Machar-1 well (formerly Umm Dandalo) will soon commence and that
earlier studies show it has a great of potential. (Note: According
to Bagi, Lundin first started work on less promising wells such as
Nyal 1 because the relations with the State Governor and local
communities in those regions helped facilitate their work. Bagi
stated that successfully finding oil at the Nyal 1 was "a long shot"
and that the Wan Machar-1 well is more important to the company. On
March 13, the Sudan Tribune reported that Swedish oil explorer,
Lundin Petroleum, said today it will abandon the Nyal-1 well in
Sudan's oil Muglad Basin in Block 5B. The well is the first of four
wells to be drilled in Block 5B during 2008. End Note).

6. (SBU) In separate meetings both Lundin's Bagi and the former
Minister of Finance, Abd Al-Rahim Hamdi, told econoff that the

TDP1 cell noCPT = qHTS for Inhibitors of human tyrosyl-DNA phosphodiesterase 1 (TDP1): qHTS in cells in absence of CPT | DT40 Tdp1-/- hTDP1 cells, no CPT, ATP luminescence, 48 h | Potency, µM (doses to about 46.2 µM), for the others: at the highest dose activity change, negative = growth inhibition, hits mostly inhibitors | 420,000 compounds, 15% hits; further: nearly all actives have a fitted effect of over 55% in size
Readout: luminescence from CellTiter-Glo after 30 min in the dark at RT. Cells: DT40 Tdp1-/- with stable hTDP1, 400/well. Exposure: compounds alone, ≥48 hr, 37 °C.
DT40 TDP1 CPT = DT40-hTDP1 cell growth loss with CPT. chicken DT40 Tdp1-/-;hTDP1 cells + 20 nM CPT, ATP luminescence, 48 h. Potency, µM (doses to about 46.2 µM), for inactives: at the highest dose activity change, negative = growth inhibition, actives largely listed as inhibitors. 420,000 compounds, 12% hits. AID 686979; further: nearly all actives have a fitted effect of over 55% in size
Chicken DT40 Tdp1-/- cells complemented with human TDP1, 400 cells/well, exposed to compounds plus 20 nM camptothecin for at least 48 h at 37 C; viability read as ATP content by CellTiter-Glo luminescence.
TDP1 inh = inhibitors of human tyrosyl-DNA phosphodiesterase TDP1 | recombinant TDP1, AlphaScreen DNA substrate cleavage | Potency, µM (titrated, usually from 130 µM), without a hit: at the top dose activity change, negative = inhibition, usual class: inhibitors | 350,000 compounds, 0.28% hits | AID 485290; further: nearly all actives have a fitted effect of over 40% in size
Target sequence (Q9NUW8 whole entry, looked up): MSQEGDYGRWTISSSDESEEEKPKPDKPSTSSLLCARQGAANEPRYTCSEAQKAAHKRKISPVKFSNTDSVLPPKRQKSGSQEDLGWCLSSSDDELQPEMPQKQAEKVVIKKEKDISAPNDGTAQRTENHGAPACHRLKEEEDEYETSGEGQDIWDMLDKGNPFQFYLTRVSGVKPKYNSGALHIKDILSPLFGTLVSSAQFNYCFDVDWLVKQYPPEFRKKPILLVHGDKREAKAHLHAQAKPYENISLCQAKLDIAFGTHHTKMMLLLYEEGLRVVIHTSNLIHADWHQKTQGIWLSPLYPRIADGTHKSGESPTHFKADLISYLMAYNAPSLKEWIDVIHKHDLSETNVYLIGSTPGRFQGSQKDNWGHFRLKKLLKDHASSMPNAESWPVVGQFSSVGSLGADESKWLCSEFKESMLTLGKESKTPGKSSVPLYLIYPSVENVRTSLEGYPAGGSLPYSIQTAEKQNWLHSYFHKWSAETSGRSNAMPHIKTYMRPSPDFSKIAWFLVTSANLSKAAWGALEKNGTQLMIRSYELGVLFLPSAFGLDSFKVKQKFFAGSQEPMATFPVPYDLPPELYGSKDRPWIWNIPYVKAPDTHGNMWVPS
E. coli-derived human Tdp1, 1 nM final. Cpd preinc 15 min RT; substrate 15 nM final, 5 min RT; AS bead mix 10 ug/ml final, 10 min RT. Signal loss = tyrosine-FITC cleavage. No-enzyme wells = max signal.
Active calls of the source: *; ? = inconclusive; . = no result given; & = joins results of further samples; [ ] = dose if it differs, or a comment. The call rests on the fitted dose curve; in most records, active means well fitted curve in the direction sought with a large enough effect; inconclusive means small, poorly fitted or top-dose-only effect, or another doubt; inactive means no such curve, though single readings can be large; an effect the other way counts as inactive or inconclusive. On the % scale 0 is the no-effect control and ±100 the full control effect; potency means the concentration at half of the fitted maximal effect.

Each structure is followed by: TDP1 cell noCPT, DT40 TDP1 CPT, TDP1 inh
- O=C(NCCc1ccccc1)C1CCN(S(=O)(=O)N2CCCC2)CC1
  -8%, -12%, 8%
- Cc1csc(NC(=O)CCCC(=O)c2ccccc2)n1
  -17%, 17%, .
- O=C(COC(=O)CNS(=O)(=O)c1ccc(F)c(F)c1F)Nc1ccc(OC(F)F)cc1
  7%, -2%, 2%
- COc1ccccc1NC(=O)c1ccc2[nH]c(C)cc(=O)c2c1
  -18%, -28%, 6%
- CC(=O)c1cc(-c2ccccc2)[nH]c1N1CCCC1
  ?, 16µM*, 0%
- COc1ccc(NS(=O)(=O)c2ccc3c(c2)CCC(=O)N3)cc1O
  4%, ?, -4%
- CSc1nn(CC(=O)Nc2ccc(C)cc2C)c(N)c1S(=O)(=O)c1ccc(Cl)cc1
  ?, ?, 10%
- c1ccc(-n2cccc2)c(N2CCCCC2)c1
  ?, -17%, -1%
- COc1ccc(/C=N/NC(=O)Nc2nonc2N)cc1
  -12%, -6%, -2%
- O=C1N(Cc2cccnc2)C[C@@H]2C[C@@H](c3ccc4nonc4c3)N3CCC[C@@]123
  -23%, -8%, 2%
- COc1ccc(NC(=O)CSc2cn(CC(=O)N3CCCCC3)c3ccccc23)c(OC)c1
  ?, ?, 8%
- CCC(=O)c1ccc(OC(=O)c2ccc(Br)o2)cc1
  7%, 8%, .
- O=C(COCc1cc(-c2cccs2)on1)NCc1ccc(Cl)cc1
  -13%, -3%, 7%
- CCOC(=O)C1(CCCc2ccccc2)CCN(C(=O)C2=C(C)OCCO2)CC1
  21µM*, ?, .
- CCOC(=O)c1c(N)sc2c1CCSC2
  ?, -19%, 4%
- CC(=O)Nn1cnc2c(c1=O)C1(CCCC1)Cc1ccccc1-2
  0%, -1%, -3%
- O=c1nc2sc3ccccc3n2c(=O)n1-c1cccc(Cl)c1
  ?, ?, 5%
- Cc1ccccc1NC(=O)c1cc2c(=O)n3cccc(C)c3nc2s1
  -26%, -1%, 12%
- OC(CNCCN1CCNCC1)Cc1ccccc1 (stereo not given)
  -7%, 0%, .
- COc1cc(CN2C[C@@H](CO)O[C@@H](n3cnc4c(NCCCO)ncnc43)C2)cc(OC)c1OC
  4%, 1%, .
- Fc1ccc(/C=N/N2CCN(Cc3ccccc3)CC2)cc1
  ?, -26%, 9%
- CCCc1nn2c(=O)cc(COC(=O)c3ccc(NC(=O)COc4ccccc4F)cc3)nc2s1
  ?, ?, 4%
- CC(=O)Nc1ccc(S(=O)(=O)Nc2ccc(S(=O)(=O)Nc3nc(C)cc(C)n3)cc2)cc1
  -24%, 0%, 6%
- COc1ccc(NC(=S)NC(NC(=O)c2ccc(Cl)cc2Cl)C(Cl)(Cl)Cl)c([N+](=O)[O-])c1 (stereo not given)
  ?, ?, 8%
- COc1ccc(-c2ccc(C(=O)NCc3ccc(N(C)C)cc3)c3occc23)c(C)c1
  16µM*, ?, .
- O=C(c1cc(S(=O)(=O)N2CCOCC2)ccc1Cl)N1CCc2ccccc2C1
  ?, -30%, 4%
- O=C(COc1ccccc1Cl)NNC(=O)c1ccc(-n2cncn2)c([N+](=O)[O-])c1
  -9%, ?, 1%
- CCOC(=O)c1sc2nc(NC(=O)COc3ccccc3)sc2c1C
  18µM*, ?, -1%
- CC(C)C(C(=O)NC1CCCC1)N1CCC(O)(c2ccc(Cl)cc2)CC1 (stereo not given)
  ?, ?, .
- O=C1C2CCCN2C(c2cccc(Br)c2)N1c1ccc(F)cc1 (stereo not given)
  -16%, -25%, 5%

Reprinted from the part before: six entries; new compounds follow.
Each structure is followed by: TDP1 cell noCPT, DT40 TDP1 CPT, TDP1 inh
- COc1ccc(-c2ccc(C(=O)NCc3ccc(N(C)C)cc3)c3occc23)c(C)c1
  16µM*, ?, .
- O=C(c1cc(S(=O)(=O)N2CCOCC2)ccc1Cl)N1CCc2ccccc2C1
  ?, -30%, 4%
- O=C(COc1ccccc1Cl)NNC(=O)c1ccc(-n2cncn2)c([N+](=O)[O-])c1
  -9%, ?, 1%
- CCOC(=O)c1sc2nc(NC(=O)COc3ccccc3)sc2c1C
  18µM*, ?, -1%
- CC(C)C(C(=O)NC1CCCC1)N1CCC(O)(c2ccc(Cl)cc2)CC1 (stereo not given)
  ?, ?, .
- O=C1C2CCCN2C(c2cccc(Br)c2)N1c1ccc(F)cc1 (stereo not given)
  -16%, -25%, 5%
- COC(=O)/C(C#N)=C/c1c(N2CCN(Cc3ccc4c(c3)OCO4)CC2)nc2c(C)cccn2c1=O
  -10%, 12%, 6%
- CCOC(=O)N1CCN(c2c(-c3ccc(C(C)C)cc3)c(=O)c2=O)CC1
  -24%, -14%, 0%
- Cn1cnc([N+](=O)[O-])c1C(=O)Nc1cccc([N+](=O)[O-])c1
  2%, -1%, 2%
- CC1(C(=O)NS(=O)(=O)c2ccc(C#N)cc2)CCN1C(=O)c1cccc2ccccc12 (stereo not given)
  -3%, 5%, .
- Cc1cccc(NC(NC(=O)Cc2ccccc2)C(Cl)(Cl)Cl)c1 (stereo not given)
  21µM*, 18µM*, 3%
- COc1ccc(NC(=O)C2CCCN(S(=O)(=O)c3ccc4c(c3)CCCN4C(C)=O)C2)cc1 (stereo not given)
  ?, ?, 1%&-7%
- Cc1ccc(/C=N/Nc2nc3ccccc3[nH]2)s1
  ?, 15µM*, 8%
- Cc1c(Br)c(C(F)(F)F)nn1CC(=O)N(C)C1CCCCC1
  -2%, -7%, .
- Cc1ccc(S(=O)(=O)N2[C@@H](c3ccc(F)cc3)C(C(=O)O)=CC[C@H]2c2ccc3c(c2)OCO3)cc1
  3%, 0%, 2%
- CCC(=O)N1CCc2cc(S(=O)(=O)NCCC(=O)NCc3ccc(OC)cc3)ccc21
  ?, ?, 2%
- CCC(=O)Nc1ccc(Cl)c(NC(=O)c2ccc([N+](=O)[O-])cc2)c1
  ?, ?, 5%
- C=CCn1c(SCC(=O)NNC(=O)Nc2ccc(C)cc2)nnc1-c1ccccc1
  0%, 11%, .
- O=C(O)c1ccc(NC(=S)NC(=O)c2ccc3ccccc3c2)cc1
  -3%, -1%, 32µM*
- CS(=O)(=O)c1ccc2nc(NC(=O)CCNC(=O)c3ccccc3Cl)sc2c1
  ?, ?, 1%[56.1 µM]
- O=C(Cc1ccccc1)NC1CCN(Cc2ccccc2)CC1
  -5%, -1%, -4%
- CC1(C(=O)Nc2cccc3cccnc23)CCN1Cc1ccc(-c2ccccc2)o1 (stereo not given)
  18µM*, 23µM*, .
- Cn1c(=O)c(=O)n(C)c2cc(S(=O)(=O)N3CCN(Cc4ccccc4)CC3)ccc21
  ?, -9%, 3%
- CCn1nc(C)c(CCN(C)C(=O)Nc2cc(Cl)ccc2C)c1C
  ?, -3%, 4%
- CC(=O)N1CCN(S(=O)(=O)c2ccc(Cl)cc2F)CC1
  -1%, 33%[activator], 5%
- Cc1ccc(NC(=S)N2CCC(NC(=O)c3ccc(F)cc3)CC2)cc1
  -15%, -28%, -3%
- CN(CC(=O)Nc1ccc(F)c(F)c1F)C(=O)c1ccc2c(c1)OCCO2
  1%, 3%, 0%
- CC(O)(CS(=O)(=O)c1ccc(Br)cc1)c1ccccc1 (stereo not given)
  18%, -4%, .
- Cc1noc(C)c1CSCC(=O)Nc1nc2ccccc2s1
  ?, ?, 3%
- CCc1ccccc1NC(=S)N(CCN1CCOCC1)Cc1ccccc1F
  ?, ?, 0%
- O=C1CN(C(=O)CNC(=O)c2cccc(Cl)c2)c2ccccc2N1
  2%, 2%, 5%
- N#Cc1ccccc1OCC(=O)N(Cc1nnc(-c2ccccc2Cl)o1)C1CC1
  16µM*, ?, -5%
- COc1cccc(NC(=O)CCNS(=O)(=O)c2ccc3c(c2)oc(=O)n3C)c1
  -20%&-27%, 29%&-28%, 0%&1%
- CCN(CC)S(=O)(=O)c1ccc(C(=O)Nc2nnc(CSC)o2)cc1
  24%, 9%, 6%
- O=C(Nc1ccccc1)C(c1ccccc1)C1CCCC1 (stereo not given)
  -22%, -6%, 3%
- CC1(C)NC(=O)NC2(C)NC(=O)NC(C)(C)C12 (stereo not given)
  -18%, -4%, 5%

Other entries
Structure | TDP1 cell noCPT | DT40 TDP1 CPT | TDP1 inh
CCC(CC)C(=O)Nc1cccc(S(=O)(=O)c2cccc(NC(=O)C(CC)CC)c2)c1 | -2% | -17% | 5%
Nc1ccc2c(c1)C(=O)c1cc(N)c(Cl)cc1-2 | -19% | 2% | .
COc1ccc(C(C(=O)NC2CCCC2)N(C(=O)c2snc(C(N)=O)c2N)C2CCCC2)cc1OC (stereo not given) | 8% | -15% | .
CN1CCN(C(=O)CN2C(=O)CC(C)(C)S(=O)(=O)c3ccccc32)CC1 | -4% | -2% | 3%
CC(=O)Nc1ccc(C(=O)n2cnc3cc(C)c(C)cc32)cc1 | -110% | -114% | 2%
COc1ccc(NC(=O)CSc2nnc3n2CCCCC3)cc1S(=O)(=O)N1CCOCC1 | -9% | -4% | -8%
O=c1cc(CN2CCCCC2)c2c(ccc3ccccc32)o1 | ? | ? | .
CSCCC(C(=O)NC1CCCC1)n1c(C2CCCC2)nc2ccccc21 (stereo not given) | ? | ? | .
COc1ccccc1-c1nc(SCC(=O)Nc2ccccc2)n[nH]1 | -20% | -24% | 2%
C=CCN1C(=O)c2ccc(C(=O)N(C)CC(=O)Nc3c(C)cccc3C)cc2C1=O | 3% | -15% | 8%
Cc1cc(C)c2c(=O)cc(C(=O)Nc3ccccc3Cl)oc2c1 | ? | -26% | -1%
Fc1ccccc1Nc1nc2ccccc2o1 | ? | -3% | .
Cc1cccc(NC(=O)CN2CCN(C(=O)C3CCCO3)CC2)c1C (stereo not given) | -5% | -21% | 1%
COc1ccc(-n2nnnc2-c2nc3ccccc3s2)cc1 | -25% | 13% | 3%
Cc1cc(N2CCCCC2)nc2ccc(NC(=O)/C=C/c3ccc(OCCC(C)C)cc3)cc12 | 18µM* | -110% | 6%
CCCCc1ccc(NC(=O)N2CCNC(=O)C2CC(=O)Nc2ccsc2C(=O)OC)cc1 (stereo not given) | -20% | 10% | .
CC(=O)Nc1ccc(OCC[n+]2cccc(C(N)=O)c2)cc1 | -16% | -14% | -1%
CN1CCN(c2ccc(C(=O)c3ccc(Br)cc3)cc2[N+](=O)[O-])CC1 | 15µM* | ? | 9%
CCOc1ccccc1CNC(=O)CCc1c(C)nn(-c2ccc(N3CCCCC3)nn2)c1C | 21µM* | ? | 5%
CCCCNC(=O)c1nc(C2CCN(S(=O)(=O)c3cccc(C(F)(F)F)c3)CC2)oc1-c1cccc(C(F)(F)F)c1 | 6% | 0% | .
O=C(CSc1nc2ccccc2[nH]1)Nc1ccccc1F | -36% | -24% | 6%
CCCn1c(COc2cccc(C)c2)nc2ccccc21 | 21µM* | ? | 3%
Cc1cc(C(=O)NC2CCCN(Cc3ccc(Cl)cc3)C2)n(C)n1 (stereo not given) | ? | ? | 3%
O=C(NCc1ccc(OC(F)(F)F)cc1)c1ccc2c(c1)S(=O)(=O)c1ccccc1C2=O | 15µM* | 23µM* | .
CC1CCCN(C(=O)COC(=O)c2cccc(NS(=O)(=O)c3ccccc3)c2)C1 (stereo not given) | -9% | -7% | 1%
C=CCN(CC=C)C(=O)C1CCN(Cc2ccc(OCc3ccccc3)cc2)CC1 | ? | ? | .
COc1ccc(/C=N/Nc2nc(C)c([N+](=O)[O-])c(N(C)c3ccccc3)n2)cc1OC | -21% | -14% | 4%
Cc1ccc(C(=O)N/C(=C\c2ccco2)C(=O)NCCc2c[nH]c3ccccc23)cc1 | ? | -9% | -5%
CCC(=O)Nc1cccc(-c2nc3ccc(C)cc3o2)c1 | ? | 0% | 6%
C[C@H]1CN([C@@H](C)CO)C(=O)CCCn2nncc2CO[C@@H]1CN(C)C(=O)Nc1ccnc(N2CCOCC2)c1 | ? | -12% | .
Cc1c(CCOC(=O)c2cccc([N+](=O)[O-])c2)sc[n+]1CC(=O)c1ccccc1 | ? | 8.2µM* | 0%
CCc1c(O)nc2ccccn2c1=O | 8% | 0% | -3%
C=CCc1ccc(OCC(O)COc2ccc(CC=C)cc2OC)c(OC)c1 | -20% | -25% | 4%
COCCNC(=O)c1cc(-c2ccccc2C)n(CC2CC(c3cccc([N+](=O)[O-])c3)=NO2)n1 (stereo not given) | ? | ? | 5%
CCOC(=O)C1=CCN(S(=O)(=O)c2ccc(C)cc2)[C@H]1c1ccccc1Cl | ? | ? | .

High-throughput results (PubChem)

administration of the oil sector and the government's finances will
continue to improve with the exchange of leadership between the

KHARTOUM 00000367 002 OF 003

Ministry of Finance and the Ministry of Energy and Mining.
According to Hamdi, Awad Al-Jaz transformed the Ministry of Energy
and Mining into a modern, functional bureaucracy and that not much
will be required from its new minister, Zubair Al-Hassan. According
to Hamdi, Al-Jaz will now "clean up the Ministry of Finance as he
did with the Ministry of Energy and Mining." Lundin's Bagi also
exhibited great praise for Awad Al-Jaz. Bagi stated that during a
recent social function for Khartoum's elite, he told President Omar
Al-Bashir to his face, "If you had two or three people like Awad
Al-Jaz, you could really relax." According to Bagi, President
Bashir responded, "I know." (Note: Which is no doubt why President
Bashir transferred Al-Jaz to the Finance Ministry - to clean up the